The Need for International Policy Coordination: What's Old, What's New, What's Yet to Come?
33 Pages Posted: 7 Feb 2002 Last revised: 8 Feb 2002
Date Written: February 2002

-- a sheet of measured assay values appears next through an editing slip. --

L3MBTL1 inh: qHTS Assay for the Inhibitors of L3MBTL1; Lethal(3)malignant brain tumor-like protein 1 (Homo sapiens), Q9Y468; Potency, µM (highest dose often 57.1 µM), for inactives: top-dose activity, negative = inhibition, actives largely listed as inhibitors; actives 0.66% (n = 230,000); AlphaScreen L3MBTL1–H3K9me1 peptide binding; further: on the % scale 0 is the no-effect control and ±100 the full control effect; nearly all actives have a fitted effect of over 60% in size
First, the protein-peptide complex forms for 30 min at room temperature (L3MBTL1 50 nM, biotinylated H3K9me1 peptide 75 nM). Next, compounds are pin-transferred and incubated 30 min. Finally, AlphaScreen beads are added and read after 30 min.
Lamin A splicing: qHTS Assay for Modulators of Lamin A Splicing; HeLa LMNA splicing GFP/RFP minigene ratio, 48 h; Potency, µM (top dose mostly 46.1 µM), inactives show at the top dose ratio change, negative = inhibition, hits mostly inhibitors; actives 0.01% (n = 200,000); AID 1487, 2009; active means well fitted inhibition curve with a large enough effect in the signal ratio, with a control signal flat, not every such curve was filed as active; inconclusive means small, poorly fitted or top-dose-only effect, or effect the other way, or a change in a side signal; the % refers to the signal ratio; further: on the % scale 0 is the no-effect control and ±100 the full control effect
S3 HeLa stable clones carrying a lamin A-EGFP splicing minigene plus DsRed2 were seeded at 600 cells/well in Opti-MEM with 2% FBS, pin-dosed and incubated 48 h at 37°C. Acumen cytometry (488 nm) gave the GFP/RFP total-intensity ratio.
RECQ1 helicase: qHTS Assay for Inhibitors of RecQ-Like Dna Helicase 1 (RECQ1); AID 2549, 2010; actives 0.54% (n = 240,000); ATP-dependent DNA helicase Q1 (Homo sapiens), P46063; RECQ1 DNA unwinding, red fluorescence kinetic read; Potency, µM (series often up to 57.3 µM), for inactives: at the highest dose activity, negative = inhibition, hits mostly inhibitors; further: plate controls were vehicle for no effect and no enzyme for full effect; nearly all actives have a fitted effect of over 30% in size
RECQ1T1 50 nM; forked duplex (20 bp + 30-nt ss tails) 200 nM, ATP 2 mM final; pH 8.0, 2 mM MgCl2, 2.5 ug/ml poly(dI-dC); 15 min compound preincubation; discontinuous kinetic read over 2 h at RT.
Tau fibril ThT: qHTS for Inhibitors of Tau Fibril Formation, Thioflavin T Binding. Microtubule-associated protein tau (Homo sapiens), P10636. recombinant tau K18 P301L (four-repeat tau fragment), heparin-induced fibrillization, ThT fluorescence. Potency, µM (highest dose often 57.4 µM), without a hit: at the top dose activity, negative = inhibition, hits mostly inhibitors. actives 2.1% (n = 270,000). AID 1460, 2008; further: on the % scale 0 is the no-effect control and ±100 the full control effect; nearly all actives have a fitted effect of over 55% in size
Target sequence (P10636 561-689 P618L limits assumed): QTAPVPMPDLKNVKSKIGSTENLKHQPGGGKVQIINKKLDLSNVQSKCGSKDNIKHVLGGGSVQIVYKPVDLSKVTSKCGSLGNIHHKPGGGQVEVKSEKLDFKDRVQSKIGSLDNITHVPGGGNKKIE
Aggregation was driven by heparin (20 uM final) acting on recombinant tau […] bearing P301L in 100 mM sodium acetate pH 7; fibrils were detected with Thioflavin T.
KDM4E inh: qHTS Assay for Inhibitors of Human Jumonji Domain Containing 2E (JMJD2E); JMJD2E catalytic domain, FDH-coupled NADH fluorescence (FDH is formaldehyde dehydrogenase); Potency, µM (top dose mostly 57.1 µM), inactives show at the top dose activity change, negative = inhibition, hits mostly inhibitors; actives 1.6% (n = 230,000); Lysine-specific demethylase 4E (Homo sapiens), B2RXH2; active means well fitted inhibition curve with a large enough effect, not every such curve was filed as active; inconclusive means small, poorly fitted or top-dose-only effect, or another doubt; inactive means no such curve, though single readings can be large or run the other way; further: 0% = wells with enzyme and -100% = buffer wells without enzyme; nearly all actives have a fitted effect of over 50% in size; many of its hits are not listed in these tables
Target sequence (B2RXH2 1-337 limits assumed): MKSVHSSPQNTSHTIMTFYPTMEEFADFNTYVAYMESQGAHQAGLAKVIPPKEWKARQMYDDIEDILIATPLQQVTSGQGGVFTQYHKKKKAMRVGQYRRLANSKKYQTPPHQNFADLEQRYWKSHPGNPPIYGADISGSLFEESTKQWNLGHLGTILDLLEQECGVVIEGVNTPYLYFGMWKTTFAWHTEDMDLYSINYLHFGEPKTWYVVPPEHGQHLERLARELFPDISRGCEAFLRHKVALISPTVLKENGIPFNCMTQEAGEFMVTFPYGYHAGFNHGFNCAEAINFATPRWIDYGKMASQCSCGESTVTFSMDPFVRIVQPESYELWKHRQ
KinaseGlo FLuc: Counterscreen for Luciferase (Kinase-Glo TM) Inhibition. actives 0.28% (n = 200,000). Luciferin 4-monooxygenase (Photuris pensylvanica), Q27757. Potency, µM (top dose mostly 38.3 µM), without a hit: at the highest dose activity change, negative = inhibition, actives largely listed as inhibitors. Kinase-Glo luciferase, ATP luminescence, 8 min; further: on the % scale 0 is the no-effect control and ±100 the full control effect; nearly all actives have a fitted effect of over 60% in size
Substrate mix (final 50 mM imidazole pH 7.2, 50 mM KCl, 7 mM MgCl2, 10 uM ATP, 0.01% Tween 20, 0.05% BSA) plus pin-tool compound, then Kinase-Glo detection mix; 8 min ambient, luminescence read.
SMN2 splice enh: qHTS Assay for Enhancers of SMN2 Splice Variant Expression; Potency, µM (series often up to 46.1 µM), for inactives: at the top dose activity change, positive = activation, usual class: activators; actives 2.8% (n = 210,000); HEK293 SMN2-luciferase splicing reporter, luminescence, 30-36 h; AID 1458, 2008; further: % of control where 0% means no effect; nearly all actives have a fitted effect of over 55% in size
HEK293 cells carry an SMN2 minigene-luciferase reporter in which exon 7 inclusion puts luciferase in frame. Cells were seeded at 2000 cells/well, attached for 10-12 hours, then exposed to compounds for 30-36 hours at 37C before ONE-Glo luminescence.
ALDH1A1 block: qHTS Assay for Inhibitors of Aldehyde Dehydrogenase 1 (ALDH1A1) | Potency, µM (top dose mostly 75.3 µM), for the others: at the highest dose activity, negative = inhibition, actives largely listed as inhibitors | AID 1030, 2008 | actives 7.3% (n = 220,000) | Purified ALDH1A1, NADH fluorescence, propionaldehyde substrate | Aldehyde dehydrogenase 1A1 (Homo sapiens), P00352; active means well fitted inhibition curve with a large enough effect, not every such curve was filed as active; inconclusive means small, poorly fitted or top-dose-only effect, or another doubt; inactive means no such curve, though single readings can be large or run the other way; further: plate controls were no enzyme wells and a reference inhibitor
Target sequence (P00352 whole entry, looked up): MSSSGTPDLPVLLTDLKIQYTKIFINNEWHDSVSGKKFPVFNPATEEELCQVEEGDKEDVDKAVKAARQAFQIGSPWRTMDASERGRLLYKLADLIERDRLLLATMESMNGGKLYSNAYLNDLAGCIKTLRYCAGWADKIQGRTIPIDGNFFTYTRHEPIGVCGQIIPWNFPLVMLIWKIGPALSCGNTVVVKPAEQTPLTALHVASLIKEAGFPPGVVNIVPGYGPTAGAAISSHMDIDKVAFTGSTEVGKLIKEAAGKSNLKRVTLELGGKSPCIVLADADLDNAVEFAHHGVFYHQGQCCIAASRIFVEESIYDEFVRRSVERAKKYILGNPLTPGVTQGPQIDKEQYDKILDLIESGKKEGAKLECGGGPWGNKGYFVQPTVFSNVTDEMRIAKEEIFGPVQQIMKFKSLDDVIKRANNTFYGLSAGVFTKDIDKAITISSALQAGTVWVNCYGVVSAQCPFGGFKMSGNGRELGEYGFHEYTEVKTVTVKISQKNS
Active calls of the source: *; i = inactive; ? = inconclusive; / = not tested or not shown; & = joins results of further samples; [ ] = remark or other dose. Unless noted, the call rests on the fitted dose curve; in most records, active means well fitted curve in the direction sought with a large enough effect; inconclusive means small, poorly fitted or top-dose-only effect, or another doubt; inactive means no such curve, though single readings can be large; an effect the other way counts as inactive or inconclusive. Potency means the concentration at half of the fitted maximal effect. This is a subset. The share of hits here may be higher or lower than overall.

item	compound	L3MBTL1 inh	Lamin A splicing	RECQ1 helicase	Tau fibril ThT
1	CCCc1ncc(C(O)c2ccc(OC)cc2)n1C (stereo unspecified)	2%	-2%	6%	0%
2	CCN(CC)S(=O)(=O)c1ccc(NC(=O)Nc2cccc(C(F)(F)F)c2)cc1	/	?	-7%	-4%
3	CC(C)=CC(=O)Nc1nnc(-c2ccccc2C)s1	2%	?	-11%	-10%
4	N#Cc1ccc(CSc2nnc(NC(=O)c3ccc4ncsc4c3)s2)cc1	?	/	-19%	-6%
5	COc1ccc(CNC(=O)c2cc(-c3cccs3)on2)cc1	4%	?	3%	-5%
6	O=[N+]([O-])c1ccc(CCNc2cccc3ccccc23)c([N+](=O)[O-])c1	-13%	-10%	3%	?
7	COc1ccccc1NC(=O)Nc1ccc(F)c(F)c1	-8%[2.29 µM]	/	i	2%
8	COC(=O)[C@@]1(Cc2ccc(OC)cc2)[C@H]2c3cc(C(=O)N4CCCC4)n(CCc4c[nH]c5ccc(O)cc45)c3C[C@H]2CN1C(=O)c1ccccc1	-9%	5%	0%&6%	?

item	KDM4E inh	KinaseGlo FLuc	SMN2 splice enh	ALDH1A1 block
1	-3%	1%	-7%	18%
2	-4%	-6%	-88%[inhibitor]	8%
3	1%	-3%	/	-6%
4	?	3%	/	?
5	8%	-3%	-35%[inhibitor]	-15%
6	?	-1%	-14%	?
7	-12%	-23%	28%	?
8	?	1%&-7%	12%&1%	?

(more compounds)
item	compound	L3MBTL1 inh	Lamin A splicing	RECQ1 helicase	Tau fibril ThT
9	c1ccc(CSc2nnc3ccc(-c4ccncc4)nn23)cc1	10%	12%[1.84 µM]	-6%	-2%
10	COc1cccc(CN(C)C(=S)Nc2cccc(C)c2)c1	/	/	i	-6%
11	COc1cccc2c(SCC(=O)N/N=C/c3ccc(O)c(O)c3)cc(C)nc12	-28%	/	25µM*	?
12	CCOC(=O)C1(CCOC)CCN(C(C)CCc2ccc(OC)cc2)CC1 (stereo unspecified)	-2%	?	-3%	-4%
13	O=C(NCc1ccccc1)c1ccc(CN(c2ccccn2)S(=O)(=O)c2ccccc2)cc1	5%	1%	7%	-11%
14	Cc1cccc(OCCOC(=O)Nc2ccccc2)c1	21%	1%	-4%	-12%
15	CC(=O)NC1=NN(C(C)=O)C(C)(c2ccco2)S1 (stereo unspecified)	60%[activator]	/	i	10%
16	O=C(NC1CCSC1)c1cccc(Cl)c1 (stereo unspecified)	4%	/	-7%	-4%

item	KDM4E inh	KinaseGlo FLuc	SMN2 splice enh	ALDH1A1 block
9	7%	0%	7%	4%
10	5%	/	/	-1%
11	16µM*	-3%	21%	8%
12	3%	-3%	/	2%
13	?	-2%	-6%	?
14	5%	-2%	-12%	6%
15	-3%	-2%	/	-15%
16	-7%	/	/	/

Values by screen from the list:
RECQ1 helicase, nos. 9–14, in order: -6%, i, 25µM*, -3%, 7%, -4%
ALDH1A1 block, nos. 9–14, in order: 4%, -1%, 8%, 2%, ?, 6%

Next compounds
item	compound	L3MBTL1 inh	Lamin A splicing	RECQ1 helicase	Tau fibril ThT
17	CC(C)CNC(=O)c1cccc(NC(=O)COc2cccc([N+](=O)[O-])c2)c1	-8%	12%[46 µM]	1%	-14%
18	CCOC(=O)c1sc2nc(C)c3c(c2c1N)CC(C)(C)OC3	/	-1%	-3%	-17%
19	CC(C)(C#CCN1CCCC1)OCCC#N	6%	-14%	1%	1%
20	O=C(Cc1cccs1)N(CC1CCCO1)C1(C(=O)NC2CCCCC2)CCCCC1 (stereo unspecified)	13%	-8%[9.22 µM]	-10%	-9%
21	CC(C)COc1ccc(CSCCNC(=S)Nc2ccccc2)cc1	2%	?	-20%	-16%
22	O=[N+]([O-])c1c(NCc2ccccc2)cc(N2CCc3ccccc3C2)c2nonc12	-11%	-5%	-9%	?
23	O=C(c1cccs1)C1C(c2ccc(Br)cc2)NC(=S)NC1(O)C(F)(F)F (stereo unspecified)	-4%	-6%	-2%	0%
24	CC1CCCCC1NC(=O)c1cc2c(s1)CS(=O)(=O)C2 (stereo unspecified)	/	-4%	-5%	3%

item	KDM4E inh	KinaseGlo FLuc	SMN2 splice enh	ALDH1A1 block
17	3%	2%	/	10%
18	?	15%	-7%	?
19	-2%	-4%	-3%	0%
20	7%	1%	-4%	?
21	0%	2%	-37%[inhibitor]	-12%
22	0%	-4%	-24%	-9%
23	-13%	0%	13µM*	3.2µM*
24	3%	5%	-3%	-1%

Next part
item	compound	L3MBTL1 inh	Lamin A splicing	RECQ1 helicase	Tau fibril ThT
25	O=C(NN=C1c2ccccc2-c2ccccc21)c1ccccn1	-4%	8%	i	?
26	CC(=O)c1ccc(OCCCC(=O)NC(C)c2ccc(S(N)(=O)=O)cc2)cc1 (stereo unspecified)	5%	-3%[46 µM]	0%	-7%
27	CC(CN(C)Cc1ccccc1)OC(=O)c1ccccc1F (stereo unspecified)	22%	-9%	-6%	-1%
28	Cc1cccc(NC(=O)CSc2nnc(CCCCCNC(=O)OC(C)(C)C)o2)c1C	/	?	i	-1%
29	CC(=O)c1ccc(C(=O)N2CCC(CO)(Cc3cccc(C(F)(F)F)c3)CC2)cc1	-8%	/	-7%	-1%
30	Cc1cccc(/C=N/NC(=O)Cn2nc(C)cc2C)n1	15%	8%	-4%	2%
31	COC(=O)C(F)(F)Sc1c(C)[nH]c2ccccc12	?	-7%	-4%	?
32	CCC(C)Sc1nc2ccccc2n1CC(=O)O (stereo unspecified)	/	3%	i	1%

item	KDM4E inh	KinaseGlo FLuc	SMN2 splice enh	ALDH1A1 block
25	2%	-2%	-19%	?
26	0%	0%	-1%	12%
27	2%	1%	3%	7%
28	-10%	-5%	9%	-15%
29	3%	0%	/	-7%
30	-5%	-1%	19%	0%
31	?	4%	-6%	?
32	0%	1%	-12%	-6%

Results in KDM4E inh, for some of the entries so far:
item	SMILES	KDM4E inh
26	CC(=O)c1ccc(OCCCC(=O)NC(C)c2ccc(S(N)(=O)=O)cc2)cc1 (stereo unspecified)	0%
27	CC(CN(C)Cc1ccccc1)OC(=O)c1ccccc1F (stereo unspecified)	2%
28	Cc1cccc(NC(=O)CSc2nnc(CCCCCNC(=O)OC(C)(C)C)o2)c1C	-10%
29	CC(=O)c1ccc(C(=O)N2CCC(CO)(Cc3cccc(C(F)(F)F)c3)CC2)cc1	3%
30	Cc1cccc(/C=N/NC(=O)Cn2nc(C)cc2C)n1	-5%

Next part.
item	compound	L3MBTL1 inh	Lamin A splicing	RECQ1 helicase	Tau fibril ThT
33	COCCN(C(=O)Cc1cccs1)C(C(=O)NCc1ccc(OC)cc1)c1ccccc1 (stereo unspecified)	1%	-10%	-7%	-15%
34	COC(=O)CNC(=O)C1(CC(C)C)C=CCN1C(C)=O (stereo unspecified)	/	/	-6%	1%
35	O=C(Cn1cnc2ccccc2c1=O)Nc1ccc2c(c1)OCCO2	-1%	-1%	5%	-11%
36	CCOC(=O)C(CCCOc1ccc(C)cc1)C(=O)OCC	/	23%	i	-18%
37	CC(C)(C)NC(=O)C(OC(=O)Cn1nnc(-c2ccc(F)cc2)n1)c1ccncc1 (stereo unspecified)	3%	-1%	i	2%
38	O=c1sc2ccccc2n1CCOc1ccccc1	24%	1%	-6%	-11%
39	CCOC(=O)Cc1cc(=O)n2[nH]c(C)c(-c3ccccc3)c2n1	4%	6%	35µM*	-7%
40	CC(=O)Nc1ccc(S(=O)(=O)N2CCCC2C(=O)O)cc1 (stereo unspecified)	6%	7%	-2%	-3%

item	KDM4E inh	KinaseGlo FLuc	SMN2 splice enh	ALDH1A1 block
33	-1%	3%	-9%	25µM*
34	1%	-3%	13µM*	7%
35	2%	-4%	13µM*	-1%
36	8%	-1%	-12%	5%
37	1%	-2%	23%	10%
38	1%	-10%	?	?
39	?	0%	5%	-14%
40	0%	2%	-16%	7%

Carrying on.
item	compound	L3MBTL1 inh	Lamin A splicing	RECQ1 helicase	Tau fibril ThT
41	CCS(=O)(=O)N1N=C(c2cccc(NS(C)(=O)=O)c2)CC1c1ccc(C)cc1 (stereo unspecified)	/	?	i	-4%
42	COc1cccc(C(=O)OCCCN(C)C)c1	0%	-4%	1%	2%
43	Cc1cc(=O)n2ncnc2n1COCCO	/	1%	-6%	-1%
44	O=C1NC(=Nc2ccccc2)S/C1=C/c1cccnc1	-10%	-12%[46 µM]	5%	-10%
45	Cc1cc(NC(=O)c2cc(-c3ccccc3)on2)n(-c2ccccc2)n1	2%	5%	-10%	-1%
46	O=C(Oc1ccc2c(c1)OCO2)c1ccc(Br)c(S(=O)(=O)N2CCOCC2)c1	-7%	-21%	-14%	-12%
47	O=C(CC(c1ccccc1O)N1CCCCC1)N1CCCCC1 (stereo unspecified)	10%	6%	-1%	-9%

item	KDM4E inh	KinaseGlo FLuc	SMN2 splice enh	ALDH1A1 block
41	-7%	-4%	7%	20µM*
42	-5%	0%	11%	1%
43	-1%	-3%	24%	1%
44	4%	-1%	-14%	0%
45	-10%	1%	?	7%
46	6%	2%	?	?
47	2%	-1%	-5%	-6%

Fifty years ago, the Chicago School argued that flexible exchange rates would insulate employment from foreign economic disturbances: there is no need for policy coordination; flexible exchange rates suffice. Twenty five years later, the Bretton Woods system was gone, and the first generation of policy coordination models was introduced. Chicago School arguments not withstanding, these Old-Keynesian models provided a theoretical rational for policy coordination. Now, a new generation of policy coordination models is emerging. These New-Keynesian models incorporate optimizing households, monopolistic competition and nominal inertia. Here, we examine macroeconomic interdependence and the scope for policy coordination in a tractable second generation model that has received much recent attention. We relate our discussion to the old Chicago School arguments, to earlier analyses of first generation models, to recent empirical work on productivity, and to recent theoretical work on closed economy models. We conclude that second generation models may have more scope for policy coordination than did the first, and we identify the empirical work that is needed to give a serious answer to the question.
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